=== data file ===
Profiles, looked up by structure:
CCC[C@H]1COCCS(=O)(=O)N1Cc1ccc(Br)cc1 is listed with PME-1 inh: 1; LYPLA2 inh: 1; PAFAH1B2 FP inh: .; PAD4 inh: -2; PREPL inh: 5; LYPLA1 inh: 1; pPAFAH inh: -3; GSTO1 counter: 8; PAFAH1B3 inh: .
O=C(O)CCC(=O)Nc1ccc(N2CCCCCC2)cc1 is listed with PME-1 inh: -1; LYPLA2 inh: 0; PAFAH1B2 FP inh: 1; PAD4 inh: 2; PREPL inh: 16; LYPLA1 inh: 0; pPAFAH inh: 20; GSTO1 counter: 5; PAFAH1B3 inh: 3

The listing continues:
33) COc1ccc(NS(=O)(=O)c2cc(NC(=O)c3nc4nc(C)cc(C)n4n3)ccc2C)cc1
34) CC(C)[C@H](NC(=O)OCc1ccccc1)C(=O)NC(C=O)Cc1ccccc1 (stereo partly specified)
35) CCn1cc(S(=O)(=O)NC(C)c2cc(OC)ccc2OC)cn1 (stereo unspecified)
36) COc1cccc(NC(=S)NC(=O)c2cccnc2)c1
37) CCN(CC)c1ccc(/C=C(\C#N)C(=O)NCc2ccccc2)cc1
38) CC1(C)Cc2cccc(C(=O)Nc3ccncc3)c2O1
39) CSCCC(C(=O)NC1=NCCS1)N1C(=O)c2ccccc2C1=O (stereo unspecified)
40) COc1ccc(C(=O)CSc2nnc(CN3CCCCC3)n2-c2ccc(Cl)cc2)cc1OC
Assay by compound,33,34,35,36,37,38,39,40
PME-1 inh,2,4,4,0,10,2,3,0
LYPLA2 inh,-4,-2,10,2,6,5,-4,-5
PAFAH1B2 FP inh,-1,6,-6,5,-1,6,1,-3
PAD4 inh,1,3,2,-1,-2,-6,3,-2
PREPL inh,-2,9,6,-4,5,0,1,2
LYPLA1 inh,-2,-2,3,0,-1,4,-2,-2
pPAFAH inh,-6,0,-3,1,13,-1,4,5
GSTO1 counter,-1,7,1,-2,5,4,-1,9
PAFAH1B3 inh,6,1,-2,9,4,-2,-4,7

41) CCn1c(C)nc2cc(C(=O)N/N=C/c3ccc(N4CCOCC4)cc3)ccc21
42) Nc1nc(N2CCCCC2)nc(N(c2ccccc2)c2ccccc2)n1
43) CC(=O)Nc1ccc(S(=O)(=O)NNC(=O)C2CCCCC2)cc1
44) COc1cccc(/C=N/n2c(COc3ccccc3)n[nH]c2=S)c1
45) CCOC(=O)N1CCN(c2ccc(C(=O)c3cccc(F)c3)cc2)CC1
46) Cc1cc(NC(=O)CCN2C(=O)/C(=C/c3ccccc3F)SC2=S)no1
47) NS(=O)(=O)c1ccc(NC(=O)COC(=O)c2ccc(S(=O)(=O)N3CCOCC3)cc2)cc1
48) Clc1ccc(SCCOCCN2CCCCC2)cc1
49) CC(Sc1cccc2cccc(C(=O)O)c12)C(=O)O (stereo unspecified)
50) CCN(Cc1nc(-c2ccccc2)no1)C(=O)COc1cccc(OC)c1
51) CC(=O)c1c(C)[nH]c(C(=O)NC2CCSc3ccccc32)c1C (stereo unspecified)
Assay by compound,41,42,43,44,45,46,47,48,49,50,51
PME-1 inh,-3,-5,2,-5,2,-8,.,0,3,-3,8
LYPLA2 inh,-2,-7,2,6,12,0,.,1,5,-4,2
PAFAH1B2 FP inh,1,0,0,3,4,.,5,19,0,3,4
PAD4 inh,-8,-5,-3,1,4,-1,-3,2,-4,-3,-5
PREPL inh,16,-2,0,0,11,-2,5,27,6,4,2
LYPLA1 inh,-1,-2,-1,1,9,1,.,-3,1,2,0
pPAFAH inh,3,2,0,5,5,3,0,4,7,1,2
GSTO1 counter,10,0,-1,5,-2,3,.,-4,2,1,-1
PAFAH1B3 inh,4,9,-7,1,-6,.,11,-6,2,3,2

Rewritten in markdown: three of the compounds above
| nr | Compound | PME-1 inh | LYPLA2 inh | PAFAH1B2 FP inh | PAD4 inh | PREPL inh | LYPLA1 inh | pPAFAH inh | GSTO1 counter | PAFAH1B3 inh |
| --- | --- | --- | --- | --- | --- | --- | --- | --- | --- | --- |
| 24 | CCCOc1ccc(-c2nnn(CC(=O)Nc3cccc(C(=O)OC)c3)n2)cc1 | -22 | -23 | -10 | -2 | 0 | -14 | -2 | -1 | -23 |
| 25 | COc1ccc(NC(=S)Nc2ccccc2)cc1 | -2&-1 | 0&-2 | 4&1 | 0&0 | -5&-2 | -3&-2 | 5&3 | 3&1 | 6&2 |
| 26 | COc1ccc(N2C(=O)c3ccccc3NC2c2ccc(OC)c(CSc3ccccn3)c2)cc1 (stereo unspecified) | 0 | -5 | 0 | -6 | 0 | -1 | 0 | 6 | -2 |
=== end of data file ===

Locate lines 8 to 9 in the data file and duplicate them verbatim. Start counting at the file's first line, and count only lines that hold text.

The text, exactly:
36) COc1cccc(NC(=S)NC(=O)c2cccnc2)c1
37) CCN(CC)c1ccc(/C=C(\C#N)C(=O)NCc2ccccc2)cc1